After missing the first collection of essays on this brilliant recluse published soon after his death, I picked up the present version as soon as I was able. It did not disappoint.
The book is a collection of four lectures given in the subject's honor in 1995 on the tenth anniversary of his death. The final lecture and the latter part of the third are highly mathematical and technical and clearly intended for a professional audience.
But for me, the first lecture by Abraham Pais is worth the purchase price alone. Pais was not only a contemporary physicist, but also a close friend and as close to a confidant as was possible with such a reticent man.
Through Pais' eyes, we see a mathematician turned physicist who was very different from the man to whom Dirac is most frequently compared, Albert Einstein. Einstein was a physicist first, mathematician second. Dirac was exactly the opposite. Einstein became a social and political critic, Dirac never strayed far from his study. The two were similar in that both viewed mathematical beauty as primary and both hated the modern remake of quantum mechanics (after the initial theory) for very similar reasons. This last point was interesting as Dirac was the first one to combine all his contemporaries' work on this improved quantum physics into a formal mathematical structure. His resulting equation, called naturally the Dirac equation, is classic Dirac, short and sweet. It combined Einsteinian relativity with the new quantum theory and Dirac considered the result to govern most of physics and all of chemistry. Stephen Hawking, the renowned theoretical physicist, says in his introductory memorial address to the book, "If Dirac had patented the equation ... he would have become one of the richest men in the world. Every television set or computer would have paid him royalties." For this work, Dirac shared the 1933 Nobel Prize with German physicist Erwin Schroedinger. One unexpected consequence of this work was a mathematical conclusion that defined a "negative energy" matter (aka antimatter) solution. Simply put, he had discovered a universe noone had imagined. To this day, we see the effects of this discovery from medical necessities (PET scan imaging-Positron Emission Tomography) to science fiction (Star Trek).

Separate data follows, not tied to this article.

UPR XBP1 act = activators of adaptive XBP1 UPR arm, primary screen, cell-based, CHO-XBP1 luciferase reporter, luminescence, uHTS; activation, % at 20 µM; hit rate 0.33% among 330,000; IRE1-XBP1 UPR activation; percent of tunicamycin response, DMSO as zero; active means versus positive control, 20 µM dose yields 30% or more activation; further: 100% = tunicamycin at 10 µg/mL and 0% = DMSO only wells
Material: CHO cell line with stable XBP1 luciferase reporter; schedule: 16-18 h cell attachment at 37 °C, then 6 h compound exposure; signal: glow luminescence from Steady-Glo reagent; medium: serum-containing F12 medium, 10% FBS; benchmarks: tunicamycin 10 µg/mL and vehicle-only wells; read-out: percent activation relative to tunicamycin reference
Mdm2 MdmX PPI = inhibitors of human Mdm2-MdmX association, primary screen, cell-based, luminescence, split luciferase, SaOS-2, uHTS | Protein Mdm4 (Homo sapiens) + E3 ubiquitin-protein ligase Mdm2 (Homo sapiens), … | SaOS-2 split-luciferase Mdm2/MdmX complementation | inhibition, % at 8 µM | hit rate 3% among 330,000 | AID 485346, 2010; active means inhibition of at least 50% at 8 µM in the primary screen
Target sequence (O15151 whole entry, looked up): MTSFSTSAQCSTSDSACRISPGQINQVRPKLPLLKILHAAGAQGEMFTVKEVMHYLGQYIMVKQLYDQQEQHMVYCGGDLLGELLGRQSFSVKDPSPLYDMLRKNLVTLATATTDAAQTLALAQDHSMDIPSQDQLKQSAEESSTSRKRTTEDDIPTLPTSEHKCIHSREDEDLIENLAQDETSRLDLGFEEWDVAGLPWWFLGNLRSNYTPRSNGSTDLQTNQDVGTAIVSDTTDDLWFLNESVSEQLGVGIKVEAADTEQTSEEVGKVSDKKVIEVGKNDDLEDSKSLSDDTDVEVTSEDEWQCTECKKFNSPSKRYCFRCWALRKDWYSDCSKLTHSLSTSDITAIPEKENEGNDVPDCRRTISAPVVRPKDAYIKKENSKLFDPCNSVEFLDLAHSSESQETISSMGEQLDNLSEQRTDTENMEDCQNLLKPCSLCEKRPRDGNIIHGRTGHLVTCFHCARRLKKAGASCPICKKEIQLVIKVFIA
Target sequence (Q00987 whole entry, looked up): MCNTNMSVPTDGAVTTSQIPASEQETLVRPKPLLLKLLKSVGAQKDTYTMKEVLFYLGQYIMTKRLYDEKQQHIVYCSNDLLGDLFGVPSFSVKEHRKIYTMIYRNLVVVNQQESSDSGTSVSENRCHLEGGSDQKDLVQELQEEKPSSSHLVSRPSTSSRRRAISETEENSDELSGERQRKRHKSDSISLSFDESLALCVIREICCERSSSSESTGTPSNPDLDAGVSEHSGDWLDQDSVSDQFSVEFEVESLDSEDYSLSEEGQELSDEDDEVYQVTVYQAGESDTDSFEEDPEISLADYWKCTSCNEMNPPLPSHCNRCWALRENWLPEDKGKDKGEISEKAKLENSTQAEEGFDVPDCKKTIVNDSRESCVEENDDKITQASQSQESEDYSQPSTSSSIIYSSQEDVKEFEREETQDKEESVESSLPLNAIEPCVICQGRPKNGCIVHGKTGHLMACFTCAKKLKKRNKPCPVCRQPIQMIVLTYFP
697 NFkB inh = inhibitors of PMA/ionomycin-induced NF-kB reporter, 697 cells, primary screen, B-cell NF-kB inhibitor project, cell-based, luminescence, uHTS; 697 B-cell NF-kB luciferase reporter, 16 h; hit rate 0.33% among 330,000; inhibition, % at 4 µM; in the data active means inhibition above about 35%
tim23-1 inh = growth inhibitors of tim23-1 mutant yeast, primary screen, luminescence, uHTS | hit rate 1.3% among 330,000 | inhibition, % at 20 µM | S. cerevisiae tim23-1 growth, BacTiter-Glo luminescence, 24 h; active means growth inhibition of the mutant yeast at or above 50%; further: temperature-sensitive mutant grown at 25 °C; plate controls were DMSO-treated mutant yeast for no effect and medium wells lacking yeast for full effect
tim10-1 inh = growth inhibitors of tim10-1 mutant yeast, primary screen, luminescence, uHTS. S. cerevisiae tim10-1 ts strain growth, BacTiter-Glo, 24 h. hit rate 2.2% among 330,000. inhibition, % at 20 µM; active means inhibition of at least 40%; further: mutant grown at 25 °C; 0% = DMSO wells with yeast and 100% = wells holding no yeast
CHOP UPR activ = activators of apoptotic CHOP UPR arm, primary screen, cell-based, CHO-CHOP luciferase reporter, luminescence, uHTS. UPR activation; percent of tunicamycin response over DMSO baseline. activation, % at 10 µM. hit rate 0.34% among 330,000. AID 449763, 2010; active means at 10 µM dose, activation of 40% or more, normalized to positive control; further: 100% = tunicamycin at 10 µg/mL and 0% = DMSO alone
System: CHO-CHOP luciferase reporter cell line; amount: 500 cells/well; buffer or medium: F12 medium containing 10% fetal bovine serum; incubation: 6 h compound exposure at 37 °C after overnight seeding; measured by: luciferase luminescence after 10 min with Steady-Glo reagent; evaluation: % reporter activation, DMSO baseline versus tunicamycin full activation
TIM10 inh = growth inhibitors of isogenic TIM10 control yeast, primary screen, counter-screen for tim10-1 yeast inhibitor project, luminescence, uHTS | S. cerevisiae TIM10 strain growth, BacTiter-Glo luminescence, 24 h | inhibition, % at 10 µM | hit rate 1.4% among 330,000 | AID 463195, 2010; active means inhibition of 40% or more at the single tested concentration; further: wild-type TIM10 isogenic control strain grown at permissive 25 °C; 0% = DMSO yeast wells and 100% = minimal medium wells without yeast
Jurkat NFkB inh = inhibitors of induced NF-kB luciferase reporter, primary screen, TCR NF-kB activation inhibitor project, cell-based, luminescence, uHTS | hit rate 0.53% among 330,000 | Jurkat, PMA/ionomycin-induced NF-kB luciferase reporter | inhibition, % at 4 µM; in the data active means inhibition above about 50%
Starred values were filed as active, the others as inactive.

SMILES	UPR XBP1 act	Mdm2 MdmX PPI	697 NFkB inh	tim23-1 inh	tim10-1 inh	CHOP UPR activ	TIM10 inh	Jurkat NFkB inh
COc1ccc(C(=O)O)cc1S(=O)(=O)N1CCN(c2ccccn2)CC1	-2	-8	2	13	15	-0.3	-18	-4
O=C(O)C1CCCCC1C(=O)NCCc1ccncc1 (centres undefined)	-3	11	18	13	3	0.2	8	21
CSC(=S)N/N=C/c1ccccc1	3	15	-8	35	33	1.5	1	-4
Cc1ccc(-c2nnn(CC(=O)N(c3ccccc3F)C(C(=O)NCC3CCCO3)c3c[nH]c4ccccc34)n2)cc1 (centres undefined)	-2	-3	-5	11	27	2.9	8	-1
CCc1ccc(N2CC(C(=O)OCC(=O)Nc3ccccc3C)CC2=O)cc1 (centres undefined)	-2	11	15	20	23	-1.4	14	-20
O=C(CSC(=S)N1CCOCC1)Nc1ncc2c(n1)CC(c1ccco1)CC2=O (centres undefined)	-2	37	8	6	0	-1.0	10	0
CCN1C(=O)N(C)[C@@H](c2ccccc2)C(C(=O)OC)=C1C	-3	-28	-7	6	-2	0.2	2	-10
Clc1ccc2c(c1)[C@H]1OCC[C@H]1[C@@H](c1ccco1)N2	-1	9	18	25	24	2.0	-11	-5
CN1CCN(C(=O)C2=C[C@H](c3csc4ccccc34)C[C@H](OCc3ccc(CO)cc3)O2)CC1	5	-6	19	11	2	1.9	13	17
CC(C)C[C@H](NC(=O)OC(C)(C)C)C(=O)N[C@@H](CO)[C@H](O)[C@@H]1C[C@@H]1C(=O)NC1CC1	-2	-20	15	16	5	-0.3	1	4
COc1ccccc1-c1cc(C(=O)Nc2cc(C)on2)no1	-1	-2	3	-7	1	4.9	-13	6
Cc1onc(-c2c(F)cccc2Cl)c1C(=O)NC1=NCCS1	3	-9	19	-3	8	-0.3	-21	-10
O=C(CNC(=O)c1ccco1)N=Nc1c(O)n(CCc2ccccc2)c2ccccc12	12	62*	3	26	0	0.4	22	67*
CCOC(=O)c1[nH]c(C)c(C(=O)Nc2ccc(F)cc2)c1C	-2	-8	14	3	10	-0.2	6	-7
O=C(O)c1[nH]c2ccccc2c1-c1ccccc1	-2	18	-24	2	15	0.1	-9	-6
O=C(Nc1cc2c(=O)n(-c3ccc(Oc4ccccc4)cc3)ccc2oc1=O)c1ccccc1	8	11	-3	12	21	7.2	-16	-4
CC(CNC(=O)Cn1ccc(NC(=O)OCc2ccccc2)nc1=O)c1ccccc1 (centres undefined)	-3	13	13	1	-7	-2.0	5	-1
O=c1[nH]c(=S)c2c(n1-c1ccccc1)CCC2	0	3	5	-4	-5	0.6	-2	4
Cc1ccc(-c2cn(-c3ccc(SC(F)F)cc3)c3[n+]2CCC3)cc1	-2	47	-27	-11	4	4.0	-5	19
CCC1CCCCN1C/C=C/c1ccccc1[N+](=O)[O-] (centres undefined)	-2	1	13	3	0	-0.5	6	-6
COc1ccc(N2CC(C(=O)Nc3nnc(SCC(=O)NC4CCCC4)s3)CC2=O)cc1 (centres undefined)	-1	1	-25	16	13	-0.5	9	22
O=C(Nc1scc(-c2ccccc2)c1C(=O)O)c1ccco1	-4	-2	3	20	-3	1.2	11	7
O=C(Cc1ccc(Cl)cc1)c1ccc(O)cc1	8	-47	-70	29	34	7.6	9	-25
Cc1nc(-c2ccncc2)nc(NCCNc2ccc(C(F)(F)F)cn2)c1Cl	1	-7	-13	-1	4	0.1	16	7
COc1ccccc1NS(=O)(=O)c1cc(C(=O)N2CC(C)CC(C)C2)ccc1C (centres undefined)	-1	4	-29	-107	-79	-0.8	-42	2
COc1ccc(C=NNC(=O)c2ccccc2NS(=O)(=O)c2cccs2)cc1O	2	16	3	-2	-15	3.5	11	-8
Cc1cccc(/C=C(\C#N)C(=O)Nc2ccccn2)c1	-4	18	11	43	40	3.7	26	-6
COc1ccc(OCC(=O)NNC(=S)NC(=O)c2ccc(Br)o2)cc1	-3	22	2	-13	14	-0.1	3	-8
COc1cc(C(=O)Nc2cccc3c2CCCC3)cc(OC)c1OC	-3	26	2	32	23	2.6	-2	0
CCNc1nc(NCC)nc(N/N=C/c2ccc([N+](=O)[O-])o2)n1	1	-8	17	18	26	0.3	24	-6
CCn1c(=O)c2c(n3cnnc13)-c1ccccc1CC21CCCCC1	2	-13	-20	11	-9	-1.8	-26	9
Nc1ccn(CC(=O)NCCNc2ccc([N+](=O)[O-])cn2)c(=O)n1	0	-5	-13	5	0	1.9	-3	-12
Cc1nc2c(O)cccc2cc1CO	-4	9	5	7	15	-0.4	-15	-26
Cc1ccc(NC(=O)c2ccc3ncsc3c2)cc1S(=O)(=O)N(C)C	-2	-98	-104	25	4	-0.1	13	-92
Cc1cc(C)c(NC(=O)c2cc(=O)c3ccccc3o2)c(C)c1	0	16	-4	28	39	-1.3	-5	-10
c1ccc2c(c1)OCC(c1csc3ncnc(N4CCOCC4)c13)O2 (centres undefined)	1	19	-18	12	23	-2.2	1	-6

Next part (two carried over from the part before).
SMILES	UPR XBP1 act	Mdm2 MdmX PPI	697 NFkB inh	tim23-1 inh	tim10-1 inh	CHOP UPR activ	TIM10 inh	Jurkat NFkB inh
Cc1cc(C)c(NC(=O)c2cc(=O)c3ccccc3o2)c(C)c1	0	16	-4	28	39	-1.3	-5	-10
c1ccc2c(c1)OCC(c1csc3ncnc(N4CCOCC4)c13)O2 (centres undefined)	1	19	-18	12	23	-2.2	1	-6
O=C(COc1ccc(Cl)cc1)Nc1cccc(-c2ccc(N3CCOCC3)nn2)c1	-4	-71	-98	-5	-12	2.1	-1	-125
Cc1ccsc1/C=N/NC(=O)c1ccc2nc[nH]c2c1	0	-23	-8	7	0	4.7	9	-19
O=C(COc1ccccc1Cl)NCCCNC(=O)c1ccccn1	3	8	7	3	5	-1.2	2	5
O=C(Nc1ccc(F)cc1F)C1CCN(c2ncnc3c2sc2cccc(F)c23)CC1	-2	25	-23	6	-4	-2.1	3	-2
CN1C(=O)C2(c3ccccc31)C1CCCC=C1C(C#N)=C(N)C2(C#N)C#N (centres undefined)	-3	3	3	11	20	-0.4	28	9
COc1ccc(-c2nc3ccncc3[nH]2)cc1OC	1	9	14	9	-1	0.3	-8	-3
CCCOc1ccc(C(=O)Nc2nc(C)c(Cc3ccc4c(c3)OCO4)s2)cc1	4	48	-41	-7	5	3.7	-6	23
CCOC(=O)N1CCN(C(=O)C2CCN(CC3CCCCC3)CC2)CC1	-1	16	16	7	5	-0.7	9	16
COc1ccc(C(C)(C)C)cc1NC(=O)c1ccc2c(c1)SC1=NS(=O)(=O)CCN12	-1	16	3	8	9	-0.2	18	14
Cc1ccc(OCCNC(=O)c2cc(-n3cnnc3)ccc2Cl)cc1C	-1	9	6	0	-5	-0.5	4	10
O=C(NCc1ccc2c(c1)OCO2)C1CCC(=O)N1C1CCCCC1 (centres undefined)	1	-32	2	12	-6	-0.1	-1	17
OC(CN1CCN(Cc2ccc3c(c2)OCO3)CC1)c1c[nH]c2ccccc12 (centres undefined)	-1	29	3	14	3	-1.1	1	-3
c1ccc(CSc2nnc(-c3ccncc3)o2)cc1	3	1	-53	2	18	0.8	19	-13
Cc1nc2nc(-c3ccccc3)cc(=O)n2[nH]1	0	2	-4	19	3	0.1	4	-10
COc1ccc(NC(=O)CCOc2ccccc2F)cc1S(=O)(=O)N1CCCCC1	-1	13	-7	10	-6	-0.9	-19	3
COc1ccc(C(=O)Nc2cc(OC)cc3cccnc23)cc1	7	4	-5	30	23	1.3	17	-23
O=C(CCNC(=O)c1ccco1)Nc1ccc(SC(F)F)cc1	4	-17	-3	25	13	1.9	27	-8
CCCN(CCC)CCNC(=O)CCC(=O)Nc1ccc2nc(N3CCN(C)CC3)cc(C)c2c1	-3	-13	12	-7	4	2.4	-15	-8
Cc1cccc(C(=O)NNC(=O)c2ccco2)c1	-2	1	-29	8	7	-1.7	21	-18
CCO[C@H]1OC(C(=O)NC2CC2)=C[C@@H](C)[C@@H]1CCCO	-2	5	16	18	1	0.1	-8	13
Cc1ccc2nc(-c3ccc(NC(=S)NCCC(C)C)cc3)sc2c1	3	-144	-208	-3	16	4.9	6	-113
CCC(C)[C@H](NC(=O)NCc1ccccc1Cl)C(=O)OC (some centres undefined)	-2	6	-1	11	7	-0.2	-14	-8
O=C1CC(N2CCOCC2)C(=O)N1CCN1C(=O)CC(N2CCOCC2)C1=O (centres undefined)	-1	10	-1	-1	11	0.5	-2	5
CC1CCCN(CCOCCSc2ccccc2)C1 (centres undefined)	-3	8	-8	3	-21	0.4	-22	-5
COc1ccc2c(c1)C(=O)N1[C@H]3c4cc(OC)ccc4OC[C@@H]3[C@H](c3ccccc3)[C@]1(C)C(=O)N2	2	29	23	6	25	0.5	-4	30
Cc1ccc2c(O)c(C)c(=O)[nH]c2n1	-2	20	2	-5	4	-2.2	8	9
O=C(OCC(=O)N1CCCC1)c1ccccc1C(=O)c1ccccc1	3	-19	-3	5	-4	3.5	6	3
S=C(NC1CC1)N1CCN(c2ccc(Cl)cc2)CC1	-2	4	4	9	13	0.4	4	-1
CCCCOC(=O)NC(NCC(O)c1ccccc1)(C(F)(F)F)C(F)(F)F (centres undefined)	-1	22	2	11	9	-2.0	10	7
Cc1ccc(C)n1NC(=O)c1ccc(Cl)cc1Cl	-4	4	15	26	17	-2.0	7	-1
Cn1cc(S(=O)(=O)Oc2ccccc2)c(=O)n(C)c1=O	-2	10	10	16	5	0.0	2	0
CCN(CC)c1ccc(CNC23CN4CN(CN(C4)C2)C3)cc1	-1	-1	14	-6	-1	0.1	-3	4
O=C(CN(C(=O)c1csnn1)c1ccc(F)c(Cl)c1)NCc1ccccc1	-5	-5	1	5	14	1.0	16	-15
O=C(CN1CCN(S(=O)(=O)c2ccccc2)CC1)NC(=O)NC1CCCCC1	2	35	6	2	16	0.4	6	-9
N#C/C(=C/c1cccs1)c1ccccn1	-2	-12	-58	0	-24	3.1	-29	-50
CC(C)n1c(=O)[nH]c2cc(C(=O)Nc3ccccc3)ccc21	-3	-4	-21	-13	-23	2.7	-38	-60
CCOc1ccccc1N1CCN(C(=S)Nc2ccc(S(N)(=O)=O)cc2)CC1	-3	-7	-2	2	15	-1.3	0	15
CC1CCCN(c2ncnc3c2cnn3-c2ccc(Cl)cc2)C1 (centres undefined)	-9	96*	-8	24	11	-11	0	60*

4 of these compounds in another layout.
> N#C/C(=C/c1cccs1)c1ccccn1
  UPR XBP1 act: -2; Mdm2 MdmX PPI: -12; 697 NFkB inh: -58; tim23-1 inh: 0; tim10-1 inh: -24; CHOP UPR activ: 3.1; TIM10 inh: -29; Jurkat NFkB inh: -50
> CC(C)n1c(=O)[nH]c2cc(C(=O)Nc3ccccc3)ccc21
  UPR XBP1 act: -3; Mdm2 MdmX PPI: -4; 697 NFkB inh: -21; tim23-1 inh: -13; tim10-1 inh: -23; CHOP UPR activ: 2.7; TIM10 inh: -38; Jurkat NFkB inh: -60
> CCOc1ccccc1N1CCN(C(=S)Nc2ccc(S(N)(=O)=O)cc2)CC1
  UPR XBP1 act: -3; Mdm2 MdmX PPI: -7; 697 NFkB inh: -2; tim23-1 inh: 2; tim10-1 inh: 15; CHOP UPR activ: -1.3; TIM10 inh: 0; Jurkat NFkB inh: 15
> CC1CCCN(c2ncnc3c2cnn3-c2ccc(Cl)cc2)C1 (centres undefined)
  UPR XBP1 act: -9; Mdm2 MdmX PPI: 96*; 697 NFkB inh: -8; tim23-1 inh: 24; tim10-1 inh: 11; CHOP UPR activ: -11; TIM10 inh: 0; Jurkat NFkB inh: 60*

The quotations and anecdotes Pais chooses are well placed and often very funny. They are also supported by the images of Dirac portrayed in the sketch on the cover and in the few photographs scattered through the first two lectures. They reveal his character well. He saw mathematical and physical realities so clearly that he simply could not understand why others did not see them as well. The photo of him "listening" to future Nobel Laureate Richard Feynman in Maurice Jacob's section is one of the most amusing of the collection.
In the second lecture, Jacob shows the path of discovery and effect on latter day experimental physics of antimatter. He goes too long in spots but is generally fine.